Results and discussion
Differences between local indices, ci (cj) and vi (vj)
Despite the high correlation (r > 0·99) between the new and original indices for the 800 permutation data sets, the relative difference ranged from −10·1% to 10·2% (average = −0·5%, SD = 3·97), from −16·6% to 16·2% (average = 0·1%, SD = 4·70), from −21·6 to 22·4% (average = 0·0%, SD = 4·95) and from −32·2% to 30·4% (average = 0·0%, SD = 5·61) for data sets of 3 × 3, 5 × 5, 10 × 10 and 20 × 20, respectively (Fig. 1). Correlation of the relative difference with vi (vj) was close to zero (r < 0·06) except for the 3 × 3 grid (r = 0·15). There was an overall correlation of 0·92 between Ia and (). This agrees with results from both field observational and simulated data (Xu & Madden 2005) that amongst the SADIE statistics, Ia is sufficient to describe the overall aggregation of a single data set.
The differences between the two indices for the corner and central edge points increased with increasing sampling grid size (Table 1). There was no clear trend for the centre points. For the 20 × 20 grid, the variance of the percentage difference was 74, 38 and 29 for the corner, central edge and grid central points, respectively. Across all the 200 permutations, the percentage difference was negatively correlated with count size for the four corner points (Fig. 2a,d and g), but not for the central grid points (Fig. 2b,e and h), whereas for the central edge points, the relation was only apparent for the grid 20 × 20 (Fig. 2i). The two ‘segments’ (close to mirror images) in Fig. 2a,d and g and, to a lesser degree, Fig. 2i result probably from the symmetry of ci on the right (larger counts) and cj on the left (smaller counts). For the 20 × 20 grid, the variance of the percentage differences between the old and new indices did not vary much, close to 30, until the distance of 9 and thereafter increased sharply to maximum for the corner points (those farthest from the grid centre; Fig. 3). From the distance 9 onwards, the variance fluctuated greatly: the variance for the points on the edge was much greater than for the nonedge points.
|3 × 3||44||17||7|
|5 × 5||35||34||13|
|10 × 10||24||53||24|
|20 × 20||29||74||38|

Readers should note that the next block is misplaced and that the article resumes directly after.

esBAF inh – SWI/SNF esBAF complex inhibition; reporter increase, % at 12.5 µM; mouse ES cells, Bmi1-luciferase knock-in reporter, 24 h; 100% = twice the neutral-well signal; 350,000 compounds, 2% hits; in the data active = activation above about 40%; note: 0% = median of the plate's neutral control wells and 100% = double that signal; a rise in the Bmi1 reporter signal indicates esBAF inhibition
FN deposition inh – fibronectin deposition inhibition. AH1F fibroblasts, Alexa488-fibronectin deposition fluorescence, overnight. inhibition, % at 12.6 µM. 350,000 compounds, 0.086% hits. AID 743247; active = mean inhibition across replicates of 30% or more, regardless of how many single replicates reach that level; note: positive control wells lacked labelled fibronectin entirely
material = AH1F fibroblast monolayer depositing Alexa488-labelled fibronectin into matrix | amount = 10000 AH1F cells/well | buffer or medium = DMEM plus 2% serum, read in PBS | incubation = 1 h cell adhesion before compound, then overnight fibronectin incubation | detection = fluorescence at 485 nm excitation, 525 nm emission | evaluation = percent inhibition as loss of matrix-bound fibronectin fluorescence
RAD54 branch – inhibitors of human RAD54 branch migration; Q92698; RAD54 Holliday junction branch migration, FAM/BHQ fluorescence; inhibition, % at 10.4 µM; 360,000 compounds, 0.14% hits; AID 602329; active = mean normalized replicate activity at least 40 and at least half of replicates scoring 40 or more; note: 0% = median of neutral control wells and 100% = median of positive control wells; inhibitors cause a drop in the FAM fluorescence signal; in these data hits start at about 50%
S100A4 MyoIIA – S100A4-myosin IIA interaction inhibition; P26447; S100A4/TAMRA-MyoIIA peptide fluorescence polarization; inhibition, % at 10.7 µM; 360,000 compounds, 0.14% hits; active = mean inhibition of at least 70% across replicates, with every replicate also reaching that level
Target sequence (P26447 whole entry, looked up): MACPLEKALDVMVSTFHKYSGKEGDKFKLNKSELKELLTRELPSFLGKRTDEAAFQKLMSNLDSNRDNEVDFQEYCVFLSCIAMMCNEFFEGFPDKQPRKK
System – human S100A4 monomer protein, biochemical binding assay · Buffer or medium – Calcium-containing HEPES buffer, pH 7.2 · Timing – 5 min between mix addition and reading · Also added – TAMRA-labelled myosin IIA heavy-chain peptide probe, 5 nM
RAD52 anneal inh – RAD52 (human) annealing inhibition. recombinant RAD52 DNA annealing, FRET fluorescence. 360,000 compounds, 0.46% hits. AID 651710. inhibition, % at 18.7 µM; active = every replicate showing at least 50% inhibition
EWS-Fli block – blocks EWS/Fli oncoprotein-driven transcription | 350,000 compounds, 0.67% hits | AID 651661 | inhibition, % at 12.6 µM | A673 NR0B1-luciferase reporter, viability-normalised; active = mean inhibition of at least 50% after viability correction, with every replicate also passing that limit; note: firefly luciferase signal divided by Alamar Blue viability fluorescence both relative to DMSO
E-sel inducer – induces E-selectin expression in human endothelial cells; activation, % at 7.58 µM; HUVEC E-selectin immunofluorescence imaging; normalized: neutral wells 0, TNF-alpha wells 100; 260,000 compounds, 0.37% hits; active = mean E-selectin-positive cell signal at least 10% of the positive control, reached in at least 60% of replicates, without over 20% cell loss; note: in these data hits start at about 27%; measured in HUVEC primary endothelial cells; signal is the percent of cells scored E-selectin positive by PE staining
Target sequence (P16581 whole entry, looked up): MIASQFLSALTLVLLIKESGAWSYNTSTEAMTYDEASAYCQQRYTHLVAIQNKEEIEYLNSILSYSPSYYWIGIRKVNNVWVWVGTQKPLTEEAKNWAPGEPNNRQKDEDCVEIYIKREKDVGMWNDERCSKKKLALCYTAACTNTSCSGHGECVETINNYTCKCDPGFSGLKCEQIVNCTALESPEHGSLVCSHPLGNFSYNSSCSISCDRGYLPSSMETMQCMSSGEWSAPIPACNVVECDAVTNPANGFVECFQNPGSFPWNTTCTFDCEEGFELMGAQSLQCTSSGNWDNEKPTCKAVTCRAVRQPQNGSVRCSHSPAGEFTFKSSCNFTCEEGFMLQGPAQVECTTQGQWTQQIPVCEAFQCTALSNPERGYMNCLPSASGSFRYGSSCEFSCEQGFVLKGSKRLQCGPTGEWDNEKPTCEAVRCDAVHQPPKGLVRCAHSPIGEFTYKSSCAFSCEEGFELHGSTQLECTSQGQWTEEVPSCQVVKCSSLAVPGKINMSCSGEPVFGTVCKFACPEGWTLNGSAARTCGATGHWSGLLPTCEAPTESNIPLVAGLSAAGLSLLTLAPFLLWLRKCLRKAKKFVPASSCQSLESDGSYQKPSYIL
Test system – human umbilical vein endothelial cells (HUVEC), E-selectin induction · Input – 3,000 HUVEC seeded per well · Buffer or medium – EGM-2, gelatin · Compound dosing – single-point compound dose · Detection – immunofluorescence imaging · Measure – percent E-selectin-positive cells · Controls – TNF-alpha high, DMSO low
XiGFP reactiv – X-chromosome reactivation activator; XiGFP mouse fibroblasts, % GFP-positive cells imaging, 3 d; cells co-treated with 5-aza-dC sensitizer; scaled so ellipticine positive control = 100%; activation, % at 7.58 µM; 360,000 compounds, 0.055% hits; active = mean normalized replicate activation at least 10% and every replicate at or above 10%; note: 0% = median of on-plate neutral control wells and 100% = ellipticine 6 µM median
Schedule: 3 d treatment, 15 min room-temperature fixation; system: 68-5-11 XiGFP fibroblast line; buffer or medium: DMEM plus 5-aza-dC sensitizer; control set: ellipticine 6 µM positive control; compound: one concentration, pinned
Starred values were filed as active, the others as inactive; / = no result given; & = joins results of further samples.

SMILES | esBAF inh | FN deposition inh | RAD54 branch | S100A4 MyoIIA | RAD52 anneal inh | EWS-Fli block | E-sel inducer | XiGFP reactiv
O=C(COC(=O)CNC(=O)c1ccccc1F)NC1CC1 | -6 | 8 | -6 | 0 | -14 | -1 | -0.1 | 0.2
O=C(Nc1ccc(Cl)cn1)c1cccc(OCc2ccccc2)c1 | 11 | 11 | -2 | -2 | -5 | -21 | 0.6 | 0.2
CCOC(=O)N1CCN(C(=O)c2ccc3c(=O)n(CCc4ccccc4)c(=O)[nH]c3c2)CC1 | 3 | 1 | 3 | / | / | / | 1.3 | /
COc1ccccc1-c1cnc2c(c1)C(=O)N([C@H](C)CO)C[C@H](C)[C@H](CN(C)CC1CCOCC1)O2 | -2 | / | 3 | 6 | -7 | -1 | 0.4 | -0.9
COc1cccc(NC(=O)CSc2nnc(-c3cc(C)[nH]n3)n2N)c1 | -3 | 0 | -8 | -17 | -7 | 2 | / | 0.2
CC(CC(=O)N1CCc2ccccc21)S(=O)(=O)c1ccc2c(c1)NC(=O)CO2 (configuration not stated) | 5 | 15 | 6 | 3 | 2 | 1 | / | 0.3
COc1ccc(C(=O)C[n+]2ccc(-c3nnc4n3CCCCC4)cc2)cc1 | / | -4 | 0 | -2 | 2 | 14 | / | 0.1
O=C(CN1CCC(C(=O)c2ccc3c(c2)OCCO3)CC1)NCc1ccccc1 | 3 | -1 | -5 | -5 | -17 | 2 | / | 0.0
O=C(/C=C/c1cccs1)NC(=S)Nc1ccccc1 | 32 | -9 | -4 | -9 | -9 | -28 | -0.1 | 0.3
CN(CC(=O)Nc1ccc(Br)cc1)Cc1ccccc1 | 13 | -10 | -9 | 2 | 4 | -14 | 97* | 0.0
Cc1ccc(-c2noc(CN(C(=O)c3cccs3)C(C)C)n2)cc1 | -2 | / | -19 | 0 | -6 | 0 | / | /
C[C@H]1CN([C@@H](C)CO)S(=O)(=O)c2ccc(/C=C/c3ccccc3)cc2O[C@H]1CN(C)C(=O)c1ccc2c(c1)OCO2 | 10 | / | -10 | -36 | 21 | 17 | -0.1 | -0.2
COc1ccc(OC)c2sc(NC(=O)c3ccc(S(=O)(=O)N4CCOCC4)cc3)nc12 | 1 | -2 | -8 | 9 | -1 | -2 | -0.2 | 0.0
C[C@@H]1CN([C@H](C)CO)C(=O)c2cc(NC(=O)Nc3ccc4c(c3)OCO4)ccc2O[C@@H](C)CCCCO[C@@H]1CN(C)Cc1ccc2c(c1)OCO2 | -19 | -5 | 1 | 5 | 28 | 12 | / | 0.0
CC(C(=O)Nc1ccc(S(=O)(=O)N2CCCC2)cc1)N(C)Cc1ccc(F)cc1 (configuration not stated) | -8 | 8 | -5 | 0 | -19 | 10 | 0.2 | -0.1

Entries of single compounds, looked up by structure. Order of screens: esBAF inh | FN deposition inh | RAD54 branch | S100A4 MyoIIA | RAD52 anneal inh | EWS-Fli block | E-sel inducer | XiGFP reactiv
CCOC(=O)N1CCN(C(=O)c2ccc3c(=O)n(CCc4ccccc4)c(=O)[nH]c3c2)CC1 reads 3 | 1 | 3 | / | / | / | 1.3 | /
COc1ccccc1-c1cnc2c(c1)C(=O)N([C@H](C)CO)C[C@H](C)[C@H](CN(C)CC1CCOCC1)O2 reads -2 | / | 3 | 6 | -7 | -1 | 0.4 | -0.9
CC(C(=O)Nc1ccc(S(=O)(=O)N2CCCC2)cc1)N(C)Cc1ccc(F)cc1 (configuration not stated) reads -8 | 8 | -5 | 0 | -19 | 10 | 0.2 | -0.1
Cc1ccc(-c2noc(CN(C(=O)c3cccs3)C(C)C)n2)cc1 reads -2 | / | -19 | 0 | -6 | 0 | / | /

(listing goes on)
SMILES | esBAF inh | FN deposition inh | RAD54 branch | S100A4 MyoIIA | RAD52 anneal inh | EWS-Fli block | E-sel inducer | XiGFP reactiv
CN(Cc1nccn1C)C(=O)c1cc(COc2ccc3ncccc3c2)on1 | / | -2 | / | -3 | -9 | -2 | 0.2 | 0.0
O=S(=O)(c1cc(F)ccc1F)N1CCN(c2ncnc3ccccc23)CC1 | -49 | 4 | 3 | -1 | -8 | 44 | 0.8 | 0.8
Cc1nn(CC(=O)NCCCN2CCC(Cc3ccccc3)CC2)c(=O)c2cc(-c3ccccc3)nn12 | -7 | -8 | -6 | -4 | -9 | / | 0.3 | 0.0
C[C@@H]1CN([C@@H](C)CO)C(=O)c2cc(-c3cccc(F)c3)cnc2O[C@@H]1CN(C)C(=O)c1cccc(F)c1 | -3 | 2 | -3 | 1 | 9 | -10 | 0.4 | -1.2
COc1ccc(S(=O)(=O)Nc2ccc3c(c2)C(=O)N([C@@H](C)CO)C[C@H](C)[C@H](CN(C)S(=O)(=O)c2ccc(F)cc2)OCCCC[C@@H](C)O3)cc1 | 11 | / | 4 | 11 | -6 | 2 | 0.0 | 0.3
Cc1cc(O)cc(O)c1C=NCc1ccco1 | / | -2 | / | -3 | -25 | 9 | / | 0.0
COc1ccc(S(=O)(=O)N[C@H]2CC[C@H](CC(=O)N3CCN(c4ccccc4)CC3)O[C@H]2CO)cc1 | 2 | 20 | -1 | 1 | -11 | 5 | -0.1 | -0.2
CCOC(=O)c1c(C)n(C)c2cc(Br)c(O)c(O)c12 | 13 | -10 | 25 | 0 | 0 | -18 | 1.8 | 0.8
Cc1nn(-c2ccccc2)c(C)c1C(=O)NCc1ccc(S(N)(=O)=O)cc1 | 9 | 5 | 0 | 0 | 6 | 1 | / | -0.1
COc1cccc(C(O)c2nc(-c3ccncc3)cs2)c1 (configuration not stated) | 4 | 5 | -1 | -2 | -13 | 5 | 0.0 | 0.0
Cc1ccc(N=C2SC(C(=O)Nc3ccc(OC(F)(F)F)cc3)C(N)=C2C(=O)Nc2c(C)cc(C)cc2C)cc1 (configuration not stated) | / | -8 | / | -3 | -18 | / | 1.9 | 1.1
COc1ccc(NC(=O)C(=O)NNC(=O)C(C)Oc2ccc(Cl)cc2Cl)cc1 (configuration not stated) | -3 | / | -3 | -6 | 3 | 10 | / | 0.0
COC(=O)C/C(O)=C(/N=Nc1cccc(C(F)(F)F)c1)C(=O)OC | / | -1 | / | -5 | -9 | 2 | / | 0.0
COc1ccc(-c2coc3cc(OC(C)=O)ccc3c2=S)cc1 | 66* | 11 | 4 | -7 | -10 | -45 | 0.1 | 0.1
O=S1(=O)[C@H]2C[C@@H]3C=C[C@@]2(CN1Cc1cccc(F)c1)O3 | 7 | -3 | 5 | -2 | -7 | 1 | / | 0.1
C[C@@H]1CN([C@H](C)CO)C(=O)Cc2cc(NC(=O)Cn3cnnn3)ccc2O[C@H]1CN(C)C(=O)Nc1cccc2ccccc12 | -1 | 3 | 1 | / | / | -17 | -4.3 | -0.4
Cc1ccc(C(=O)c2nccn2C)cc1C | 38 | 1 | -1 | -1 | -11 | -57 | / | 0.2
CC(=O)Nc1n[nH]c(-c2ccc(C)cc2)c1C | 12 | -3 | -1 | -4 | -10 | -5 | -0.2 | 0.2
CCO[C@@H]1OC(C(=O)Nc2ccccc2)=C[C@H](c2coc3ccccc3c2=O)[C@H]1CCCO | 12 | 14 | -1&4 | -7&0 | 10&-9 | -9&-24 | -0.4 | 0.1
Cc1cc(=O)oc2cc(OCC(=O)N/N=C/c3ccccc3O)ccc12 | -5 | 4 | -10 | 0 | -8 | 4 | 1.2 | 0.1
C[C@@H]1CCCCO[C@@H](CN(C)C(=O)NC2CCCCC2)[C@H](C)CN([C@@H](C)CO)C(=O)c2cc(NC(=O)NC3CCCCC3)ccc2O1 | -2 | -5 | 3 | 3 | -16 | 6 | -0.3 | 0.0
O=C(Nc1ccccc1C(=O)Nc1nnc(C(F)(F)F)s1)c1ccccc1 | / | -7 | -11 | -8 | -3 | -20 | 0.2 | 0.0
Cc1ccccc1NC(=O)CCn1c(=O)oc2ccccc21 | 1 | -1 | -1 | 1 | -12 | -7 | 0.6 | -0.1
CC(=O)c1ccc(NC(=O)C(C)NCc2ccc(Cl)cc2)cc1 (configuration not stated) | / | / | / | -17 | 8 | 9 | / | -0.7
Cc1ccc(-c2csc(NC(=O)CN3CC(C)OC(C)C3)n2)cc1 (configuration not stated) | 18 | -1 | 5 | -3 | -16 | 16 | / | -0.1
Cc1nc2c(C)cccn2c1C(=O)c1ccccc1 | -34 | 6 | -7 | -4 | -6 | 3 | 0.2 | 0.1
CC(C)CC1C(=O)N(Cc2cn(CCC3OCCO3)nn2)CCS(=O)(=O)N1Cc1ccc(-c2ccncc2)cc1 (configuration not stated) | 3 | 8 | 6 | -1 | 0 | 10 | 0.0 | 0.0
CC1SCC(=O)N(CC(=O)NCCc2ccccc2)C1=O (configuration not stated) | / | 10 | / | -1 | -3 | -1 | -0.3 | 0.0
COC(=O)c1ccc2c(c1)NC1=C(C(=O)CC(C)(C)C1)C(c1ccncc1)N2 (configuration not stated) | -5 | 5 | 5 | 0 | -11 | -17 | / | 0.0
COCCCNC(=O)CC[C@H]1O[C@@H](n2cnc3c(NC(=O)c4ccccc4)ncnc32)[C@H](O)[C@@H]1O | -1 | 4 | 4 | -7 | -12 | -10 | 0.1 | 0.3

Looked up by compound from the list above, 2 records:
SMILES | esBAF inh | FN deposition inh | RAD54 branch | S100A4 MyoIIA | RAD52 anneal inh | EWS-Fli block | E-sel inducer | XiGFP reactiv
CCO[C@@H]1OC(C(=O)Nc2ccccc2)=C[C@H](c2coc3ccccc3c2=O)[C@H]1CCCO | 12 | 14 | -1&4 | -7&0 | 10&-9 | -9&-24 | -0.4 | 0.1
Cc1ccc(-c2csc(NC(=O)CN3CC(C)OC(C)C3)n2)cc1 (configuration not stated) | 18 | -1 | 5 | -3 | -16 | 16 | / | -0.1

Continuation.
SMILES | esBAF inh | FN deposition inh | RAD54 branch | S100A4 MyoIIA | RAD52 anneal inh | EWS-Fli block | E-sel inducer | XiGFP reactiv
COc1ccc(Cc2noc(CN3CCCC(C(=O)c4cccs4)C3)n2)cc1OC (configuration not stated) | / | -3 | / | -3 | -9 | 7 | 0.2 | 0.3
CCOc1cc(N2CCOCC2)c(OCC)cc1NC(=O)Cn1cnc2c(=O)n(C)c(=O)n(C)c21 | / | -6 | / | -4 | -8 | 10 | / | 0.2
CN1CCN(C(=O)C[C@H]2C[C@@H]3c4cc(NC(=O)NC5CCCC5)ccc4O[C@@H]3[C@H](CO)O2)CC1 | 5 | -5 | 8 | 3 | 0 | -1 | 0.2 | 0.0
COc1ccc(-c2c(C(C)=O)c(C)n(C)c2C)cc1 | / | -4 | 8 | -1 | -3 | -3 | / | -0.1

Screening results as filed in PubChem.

Although there was fair amount of overlap of the empirical distribution of new and original indices when the maximum (78) and minimum (15) counts were fixed at the corner or centre of the 5 × 5 grid over 1000 permutations, the distributions were clearly different (Fig. 4). Following the principle of randomisation tests for statistical significance, the average index should be close to 1·0. This is, however, not the case for vi (vj) for which there was considerable underestimation and overestimation, respectively, for the location of the corner and the centre (Fig. 4). In contrast, the average of ci (cj) is 1·0 by definition.
These results suggest the incomplete removal of the influence of sampling position and count size on the estimation of the original indices, with the bias varying with counts size and sampling position (Xu & Madden 2005). The new index has corrected this bias, which also allows testing for statistical significance of individual indices.
Relationship of the significance level of ci (cj) with corresponding vi (vj)
The greater the value of ci (|cj|), the more likely it achieved statistical significance, as expected (Fig. 5b,d and f). However, there were large variations in the threshold values of corresponding values vi (vj) and ci (|cj|) for achieving statistical significance for all simulated grid data (Fig. 5). The average values of both original and new indices for achieving 5% significance (based on the empirical distribution of ci [cj] values) increased slightly with increasing grid size. For the 20 × 20 grid data, the threshold vi and vj value for achieving 5% significance ranged, respectively, from 1·37 to 3·11 (average = 2·06) and from −1·44 to −3·06 (average = −2·07; Fig. 5e); corresponding values for ci (|cj|) were 1·55 to 2·95 (average = 2·20) and −1·50 to −2·86 (average −2·09; Fig. 5f). These results demonstrate the inadequacy of the current SADIE approach where a single threshold value of 1·5 (−1·5) is used to determine the ‘significance’ of the index (i.e. to determine whether the individual index is substantial).
The extent of inadequacy of defining ±1·5 as a threshold value for clustering indices can be illustrated by the empirical distributions in Fig. 4. For the maximum counts of 78, vi was >1·5 in 189 of 1000 simulations (P = 0·189) for the corner position and in 15 of 1000 simulations (P = 0·015) for the centre position. Similarly, for the minimum counts of 15, vj was <−1·5 in 135 simulations (P = 0·135) for the corner and in 1 simulation (P = 0·001) for the centre position. Thus, interpretation of original indices in terms of gaps and patches based on the threshold of ±1·5 may lead to misleading conclusions.